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G5 Optihack

Joined
Sep 25, 2011
Messages
123
Motherboard
Dell Optiplex 9020 MT A25
CPU
i7 4790
Graphics
HD4600
Mac
  1. MacBook Pro
  2. Mac mini
  3. Mac Pro
Classic Mac
  1. Power Mac
Mobile Phone
  1. iOS
Thanks @atl285 I do have a single drive version of that bracket. So far, though, my drives are very cool, particularly with this Noctua running.
 
Joined
Sep 25, 2011
Messages
123
Motherboard
Dell Optiplex 9020 MT A25
CPU
i7 4790
Graphics
HD4600
Mac
  1. MacBook Pro
  2. Mac mini
  3. Mac Pro
Classic Mac
  1. Power Mac
Mobile Phone
  1. iOS
Since the Noctua NF-R8 redux fan worked fine with the beQuiet fan sending signal to the MB for BIOS check, I decided to swap its internals into the original G5 Delta fan. This was a little tedious, but not that difficult, thanks to all documented in the G5 Fan thread.

My G5 upper shelf fan is a double unit, with a standard-style 80mm fan, and a "hamster wheel" style fan next to it. I modified the standard fan, and won't be using the other one, although it would have been interesting to take it apart and see if it could be used. I pulled apart the Noctua, with the only casualty being one of the fan blades cracked where it meets the center - these are fairly thin and the connection won't tolerate much bending, so beware if you tackle this, the Noctua will likely be rendered non-usable. The board and stator were pretty easy to remove, just carefully pulled away after freeing the wires. I did this by hand, so as to not damage the iron or windings.

The G5 Delta fan was a little more challenging. No drilling was needed, as mine had a sticker covering the spindle.
G5 fan - 1.jpeg


Peeling the sticker away exposes the spindle and plastic c-clip holding the fan in place.

G5 fan - 2.jpeg


I removed the plastic circlip with a jewelers screwdriver and very thin tweezers. This job was tricky, as you can't damage that tiny plastic ring, as it keeps the fan in place. Below the ring is a sealed bearing, which fell out when I turned the fan over. There is also another sealed bearing on the other end of the tube, supporting the fan shaft, that one stayed in place. Once the plastic circlip is removed, the fan blades can be removed, after removing the wire cover of course.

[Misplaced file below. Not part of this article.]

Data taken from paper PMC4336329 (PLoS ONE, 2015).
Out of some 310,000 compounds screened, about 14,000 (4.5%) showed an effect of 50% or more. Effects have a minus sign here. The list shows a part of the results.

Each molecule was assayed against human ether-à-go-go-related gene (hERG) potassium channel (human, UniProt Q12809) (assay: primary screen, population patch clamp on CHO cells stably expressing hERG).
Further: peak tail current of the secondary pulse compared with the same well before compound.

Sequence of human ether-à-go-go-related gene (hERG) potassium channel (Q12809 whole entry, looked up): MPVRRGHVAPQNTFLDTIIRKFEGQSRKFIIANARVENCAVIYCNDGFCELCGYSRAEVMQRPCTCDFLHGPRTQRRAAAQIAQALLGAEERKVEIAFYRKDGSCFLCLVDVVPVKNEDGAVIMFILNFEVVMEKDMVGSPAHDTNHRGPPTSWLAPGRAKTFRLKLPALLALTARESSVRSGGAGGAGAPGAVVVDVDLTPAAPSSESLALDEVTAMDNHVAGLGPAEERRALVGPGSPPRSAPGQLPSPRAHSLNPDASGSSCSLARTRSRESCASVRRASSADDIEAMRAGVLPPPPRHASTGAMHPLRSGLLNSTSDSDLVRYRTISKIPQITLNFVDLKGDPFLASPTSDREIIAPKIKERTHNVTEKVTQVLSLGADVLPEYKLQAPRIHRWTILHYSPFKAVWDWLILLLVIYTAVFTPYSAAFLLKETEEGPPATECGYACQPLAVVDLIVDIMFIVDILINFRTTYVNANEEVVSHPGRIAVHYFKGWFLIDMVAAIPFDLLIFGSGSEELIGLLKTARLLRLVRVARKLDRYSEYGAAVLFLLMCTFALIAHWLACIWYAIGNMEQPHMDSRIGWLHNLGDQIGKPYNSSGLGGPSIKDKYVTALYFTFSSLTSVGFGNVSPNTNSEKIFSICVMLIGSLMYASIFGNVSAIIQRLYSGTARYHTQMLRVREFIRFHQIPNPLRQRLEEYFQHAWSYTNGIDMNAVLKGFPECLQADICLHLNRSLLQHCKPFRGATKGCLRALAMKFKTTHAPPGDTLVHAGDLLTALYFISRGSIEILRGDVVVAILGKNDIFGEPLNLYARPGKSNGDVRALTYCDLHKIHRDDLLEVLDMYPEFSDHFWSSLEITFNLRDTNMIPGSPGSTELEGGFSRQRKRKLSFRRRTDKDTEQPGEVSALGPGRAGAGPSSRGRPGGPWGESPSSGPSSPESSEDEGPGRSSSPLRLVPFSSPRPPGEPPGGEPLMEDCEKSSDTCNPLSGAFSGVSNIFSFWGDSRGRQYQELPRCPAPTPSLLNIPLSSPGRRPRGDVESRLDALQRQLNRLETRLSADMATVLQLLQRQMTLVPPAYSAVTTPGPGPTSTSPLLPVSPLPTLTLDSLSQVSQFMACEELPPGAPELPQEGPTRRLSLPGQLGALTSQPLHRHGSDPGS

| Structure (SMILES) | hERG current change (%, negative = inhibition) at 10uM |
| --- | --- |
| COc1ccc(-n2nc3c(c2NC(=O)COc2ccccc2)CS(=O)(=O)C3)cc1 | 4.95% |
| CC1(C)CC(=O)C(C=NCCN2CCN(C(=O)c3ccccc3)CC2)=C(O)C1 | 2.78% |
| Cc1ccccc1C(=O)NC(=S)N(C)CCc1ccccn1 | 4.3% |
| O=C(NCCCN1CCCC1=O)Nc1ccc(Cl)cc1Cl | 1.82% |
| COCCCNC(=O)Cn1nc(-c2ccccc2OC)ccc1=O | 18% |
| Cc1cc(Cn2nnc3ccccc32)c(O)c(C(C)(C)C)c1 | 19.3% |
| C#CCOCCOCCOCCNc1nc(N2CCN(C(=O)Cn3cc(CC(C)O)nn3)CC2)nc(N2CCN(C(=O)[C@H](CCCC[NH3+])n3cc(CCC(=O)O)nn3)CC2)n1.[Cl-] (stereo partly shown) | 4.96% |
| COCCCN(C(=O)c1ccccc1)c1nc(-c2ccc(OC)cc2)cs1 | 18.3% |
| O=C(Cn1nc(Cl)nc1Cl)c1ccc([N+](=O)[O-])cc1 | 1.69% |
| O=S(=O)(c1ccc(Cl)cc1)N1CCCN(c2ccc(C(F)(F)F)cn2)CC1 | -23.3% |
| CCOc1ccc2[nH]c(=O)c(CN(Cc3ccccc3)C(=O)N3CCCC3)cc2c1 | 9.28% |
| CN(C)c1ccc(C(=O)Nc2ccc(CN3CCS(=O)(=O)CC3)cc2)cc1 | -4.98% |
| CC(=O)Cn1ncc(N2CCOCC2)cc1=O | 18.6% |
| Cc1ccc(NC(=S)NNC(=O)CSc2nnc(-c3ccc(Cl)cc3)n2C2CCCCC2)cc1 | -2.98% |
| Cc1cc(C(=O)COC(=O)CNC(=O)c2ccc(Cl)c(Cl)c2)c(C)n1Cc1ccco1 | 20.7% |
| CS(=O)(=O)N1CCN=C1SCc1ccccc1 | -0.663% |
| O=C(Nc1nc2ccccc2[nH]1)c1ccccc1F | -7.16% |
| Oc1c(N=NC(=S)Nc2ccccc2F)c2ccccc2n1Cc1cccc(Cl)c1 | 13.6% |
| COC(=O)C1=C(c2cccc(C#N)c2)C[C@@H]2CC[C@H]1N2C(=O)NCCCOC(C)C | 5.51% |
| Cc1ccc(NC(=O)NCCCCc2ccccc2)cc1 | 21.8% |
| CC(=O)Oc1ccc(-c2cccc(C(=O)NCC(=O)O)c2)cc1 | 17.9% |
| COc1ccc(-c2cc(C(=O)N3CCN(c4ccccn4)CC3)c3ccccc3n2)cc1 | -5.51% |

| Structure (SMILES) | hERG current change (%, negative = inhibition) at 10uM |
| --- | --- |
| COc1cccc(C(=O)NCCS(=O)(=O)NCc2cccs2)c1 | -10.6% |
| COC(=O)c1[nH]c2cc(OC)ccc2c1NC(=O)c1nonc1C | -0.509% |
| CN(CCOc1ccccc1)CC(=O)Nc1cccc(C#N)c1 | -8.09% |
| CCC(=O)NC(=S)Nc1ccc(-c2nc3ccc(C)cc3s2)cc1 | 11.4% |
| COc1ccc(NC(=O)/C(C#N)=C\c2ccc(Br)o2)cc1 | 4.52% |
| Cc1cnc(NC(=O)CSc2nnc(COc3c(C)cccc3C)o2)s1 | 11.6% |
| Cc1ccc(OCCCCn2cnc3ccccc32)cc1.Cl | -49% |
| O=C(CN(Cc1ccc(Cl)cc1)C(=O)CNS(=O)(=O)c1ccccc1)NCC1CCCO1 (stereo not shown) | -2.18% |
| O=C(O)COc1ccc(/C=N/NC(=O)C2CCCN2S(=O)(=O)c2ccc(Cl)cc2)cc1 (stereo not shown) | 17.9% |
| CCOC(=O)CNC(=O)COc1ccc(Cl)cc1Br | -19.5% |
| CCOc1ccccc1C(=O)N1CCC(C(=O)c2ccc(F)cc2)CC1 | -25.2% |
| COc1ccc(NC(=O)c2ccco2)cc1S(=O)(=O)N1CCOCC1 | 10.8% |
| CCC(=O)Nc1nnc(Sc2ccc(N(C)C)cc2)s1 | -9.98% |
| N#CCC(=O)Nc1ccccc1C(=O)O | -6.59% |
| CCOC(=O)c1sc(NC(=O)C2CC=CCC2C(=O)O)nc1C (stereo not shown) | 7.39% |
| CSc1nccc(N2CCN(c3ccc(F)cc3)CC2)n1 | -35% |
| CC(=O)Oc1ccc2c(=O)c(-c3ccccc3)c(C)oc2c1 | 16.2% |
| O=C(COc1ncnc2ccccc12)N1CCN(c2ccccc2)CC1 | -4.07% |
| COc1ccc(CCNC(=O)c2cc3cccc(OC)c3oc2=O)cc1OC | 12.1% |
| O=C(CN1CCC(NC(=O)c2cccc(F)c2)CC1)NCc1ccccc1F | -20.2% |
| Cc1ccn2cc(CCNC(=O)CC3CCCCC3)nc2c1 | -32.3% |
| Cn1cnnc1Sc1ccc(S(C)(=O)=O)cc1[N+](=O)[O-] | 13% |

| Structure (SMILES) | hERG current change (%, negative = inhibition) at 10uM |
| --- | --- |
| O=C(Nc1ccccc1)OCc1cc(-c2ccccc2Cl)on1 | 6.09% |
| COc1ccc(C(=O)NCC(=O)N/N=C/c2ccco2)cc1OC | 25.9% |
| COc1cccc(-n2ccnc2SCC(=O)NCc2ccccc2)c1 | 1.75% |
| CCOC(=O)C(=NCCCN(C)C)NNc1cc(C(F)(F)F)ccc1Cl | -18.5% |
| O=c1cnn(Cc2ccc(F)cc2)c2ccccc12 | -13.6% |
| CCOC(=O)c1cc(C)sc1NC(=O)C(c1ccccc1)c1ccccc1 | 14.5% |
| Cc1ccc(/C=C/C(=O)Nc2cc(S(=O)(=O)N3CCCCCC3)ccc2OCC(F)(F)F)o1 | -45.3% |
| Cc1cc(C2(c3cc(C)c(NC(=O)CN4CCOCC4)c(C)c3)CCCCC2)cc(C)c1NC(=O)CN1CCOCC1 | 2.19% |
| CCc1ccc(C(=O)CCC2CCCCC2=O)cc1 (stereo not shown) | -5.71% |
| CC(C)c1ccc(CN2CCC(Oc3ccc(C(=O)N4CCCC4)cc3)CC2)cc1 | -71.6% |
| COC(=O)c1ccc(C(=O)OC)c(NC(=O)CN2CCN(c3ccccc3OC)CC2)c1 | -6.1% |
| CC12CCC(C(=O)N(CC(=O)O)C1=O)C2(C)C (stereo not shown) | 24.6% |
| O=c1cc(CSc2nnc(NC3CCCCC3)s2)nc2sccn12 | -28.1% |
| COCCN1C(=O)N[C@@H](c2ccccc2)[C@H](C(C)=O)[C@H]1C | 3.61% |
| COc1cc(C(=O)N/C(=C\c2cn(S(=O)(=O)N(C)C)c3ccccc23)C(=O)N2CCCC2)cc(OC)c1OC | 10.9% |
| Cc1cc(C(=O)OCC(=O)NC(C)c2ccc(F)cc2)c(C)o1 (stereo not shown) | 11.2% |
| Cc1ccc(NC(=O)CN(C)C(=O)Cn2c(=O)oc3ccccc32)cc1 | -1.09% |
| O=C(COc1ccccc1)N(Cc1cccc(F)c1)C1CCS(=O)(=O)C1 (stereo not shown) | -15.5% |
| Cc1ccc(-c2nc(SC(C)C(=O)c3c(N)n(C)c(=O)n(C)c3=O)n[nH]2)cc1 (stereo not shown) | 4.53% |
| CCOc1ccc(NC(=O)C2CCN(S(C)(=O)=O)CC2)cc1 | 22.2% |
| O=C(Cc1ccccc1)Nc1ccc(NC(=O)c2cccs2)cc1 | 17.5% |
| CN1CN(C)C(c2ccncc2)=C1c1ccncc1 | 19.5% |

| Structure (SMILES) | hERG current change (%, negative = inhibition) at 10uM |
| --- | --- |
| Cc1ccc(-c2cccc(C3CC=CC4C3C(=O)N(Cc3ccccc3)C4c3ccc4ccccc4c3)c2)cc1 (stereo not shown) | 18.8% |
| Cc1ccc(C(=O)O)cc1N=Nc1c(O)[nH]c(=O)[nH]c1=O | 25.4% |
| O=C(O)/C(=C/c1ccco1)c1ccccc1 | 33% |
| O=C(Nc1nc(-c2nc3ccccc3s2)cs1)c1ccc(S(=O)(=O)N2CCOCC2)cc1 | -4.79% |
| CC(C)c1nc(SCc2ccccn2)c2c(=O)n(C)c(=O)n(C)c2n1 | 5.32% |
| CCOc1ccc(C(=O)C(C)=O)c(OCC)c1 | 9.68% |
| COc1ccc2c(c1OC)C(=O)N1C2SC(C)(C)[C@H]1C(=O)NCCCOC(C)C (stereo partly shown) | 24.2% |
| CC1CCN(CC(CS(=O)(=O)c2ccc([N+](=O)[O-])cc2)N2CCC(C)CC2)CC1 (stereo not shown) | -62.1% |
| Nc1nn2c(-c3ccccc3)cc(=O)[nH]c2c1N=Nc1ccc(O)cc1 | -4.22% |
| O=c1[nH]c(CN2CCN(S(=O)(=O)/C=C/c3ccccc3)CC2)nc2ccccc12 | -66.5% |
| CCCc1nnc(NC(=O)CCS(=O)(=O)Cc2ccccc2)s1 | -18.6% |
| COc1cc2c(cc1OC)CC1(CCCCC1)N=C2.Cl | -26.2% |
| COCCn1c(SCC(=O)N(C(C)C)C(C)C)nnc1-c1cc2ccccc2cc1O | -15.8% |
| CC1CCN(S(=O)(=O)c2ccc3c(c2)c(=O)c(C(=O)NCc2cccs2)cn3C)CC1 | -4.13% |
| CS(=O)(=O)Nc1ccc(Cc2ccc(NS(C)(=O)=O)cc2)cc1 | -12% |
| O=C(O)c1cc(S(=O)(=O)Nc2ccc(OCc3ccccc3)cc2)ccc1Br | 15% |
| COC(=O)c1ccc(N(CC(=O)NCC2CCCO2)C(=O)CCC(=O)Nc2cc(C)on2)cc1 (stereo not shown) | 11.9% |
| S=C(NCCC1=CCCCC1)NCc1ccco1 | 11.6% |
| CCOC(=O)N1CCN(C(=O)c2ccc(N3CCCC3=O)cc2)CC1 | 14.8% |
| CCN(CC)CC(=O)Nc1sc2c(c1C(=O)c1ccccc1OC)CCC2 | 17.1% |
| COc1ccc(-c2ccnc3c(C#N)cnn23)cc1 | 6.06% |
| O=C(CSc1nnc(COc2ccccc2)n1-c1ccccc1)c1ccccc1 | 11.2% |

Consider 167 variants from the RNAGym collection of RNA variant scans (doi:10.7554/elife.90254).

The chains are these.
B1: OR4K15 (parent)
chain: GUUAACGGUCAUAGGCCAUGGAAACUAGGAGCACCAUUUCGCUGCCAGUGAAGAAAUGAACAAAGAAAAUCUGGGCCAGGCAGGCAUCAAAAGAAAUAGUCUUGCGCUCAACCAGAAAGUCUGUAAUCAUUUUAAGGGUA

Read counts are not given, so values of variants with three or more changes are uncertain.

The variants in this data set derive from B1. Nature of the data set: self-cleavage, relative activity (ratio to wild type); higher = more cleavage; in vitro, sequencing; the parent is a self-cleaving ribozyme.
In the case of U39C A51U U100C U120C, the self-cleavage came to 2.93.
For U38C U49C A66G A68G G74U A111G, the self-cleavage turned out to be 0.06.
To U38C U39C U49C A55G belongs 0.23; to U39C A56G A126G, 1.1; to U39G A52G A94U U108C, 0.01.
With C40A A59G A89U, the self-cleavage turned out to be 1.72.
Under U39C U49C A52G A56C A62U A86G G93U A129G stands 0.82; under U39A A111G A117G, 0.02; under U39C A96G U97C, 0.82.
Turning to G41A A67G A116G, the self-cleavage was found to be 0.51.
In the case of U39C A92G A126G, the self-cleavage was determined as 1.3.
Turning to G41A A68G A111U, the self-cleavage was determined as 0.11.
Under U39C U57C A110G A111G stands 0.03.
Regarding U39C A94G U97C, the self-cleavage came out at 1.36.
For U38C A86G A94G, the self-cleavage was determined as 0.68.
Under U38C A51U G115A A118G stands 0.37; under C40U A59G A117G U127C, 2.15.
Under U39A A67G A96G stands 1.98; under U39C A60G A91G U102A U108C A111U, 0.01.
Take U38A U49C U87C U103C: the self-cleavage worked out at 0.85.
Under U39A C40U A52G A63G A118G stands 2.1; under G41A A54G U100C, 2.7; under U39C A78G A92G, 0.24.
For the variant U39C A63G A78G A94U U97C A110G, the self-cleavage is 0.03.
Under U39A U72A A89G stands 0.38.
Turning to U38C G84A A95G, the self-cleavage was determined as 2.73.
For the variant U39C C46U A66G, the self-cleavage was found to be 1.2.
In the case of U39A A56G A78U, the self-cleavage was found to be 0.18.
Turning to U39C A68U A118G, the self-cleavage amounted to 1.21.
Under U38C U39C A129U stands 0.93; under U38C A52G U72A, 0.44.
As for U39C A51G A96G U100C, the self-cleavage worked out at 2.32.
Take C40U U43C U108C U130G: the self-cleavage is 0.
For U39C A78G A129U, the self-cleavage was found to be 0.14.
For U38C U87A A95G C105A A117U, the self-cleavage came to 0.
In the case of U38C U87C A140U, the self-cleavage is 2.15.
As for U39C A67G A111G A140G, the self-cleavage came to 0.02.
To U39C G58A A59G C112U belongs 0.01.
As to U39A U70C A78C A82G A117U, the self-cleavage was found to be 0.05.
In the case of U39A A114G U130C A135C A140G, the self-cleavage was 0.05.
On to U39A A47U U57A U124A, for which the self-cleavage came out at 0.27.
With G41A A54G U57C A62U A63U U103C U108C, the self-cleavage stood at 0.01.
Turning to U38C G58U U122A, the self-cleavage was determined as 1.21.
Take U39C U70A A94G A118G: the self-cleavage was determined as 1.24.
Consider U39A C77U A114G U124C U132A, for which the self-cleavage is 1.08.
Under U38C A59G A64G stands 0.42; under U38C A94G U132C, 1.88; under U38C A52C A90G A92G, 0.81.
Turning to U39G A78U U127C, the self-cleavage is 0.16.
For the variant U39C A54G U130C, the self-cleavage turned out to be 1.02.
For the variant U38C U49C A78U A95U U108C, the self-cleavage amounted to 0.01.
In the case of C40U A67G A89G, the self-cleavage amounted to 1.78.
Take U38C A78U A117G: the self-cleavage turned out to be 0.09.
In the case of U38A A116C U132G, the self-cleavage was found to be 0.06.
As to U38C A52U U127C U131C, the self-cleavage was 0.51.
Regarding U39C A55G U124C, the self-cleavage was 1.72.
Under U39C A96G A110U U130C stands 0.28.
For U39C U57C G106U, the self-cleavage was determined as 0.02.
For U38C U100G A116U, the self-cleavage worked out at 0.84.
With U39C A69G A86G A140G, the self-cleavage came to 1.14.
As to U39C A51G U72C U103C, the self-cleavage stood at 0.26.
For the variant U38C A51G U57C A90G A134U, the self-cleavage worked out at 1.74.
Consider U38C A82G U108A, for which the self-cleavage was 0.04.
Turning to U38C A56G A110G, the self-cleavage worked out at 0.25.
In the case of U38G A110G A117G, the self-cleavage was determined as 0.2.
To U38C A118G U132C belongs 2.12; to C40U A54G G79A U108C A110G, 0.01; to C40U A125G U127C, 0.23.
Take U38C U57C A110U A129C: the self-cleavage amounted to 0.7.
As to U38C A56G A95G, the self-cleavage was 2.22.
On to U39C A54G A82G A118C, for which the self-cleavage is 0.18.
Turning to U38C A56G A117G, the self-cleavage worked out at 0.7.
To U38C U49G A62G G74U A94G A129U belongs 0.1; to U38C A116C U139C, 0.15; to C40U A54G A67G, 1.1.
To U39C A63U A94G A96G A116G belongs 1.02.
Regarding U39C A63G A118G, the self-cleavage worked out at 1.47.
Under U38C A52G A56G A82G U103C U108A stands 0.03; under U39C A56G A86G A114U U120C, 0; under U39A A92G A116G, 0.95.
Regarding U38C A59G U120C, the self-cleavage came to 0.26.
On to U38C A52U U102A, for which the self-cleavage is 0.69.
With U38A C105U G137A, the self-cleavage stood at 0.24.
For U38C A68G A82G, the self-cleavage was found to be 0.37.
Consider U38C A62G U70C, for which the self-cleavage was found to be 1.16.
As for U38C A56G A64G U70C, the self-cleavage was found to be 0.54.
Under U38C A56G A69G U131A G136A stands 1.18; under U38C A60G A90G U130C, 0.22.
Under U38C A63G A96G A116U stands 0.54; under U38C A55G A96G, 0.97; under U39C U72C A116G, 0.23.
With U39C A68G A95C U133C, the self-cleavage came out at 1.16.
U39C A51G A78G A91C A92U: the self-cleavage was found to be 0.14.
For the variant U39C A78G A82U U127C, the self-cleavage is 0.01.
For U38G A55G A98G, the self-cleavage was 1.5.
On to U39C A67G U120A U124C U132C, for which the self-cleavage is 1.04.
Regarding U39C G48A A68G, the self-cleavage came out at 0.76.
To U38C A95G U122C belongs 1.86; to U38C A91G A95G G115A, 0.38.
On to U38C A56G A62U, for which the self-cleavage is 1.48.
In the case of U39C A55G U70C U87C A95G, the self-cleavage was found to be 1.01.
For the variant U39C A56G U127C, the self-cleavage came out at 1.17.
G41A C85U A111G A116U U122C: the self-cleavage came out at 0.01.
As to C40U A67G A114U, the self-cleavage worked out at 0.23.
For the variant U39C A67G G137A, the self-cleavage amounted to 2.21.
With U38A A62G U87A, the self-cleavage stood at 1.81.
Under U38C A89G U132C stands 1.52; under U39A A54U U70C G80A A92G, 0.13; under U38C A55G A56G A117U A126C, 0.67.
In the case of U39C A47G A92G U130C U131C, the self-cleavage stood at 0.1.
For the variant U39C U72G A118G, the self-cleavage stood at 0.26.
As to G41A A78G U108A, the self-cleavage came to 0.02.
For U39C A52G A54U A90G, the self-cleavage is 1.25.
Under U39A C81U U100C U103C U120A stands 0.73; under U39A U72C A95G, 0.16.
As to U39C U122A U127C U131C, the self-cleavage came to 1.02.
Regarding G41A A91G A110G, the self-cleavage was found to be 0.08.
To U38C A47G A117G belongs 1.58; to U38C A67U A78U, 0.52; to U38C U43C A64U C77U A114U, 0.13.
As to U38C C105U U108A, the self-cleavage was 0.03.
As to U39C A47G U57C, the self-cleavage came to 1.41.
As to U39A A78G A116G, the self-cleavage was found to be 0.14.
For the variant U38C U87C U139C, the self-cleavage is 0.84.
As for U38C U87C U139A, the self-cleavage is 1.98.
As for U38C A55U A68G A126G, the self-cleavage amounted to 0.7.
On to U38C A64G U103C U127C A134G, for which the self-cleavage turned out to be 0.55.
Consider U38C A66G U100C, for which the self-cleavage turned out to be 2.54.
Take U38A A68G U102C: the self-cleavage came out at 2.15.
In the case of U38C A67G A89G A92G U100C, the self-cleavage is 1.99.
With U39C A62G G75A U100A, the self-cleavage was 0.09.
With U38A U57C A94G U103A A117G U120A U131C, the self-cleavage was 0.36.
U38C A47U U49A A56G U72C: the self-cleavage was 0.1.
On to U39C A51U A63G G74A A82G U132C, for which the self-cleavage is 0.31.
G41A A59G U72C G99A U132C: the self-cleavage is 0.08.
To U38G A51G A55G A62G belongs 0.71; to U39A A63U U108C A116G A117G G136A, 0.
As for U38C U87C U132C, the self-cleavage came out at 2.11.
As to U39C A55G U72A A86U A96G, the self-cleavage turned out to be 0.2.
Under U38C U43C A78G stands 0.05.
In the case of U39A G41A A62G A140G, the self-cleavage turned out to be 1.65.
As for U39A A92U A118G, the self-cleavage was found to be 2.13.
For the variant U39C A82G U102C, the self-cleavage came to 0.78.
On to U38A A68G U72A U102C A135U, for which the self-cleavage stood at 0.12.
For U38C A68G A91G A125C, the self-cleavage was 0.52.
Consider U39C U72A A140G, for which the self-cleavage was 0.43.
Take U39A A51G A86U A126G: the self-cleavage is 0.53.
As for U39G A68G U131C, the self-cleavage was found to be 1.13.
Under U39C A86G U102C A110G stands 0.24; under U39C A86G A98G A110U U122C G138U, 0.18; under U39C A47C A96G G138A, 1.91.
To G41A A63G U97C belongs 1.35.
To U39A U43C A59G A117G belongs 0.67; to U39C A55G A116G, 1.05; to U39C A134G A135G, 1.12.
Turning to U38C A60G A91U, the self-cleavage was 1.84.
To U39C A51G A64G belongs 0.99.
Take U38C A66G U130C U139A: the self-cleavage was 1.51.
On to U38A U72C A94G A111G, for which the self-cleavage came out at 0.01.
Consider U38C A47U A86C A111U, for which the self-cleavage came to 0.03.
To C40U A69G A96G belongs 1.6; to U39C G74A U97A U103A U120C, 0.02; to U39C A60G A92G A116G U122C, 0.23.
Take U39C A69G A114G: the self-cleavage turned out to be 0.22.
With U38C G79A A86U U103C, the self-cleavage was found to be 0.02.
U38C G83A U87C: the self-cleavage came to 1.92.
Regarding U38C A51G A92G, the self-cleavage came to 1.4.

The stator and board were difficult to pull from the Delta fan, it required quite a bit of twisting/pulling, and ultimately it popped free but I damaged the stator and the wire from the windings connecting to the board broke. Oh well, no loss as I wasn't going to reuse this. Sorry, no pics of that part, but it is exposed when the fan blades are pulled out.
G5 fan - 3.jpeg


The Noctua stator and board pulled out easily, I was very careful to not damage this. It was a tight fit over the plastic shaft in the Delta fan, but it is therefore held firmly in place. I routed the wiring just as the original was done, and snapped the plastic circlip back over the end of the fan blade shaft. Next step was to plug it in and test, and it is alive! Very quiet, too, as I suspect it is turning at a lower rpm than the original fan since the windings and stator are much smaller in volume. My Dell board doesn't recognize the Noctua in BIOS for startup, so I don't know
the actual running speed, PWM info is from the beQuiet fan on the same header.

G5 fan - 4.jpeg

The only casualty from the Delta fan was one of the rubber mounts broke apart when removing the fan from the bracket, easy to replace. All else was fine. Now I just need to take the shelf out to mount it...that's a bit of disassembly work for another day. Thanks to @atl285 for his help, as well as the others in the G5 Fans thread for documenting this work.
 
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